Changes between Initial Version and Version 1 of MaintenanceFeb2020

Jul 30, 2021, 7:41:27 AM (14 months ago)



  • MaintenanceFeb2020

    v1 v1  
     1== New Dome Motor ==
     3In January 2020 we suffered a failure of both the telescope and dome, with neither one being able to move.
     4Investigating, we discovered that the dome motor was tripping the circuit breaker (located in the larger electrical box in the dome, to the left of the DC !MaxDome box). We removed the motor, gearbox and wheel assembly from the dome and brought them down to investigate the issue.
     6We discovered that the motor was burned out, and needed replacing.
     7We had to use a hydraulic jack to remove the wheel from the gearbox shaft, as it was impossible to remove by hand. Over time the wheel had slipped down the gearbox shaft, to the point that the edge of the gearbox was cutting in to the rubber wheel.
     8After removing the wheel I was able to open the gearbox, and found it was in remarkably good condition, with the only issue being an oil leak.
     10To bring the dome back in to service we ordered a new motor, a ½ hp Marathon AC motor (model no 5KC42GN0018X) from [grainger]
     11We also ordered oil for the gearbox (Mobil 1 synthetic gear lube 75w-90) and [ gasket material] to replace the gaskets.
     12Finally, I ordered a [ replacement wheel] from It’s a 10”x3” rubber wheel, with a 1” keyed bore.
     14The gearbox/wheel is held against the dome by a spring.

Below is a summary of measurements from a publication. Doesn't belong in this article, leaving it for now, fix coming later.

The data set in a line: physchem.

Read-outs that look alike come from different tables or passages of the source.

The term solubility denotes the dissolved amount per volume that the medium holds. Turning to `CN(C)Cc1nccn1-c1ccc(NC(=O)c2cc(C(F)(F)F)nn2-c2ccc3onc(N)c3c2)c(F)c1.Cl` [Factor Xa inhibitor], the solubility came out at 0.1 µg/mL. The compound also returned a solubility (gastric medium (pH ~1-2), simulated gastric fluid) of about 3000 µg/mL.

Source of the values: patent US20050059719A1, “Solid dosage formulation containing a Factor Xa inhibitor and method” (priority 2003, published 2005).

15To mount the gearbox to the dome, undo the nut that’s constraining the spring and remove the nut, washer and spring. The spring is not under any force when the nut is at the end of the bolt, so you don’t have to worry about it flying off.
     16You can then swing the mounting plate for the gearbox forwards and secure the gearbox to it. We used 5 washers to help space the wheel off of the gearbox, and prevent the gearbox cutting in to the rubber.
     17Install the wheel on to the gearbox shaft (you can do this before mounting the gearbox, but it adds considerable weight to the gearbox), and tap in the key.
     18Swing the mounting plate back in to position against the dome, reinstall the spring and washer, and tighten down the nut.
     20The motor mounts to the gearbox. Install the gear towards the end of the motor shaft, insert it into the gearbox and then attach the 4 bolts to hold the motor on to the gearbox.
     21Note that if the motor is attached to the gearbox, you won’t be able to swing out the gearbox as noted above to mount/dismount it. The motor is just long enough to hit the dome wall when you try.
     23We had to get electricians from facilities to install the motor for us as it’s not straightforward to get it to run in both forwards and backwards directions. It required installing an extra relay to properly reverse the motor wiring. Marco Rodriguez performed the work.
     25== Telescope !Balancing/Greasing ==
     27We discovered that the telescope was not moving because it was shaking/juddering while moving, and this was shaking loose the set-screws on the RA motor.
     28We found that physically pulling against the direction of motion stopped the shaking, but pushing in the direction of motion had no effect.
     29We disconnected and removed the torque motor from the telescope, and verified that this was still working. The telescope showed no difference in behaviour with the torque motor removed.
     30We rebalanced the telescope in the RA direction, but this had no effect on the issues.
     31Finally, we re-greased the RA gear and worm gear. The telescope manual calls for annual regreasing, but Jon H. didn’t think this had been done in recent years. This immediately improved things. For future reference, the recommended grease is a molybdenum disulfide (moly) grease. I ordered some off of [ grainger].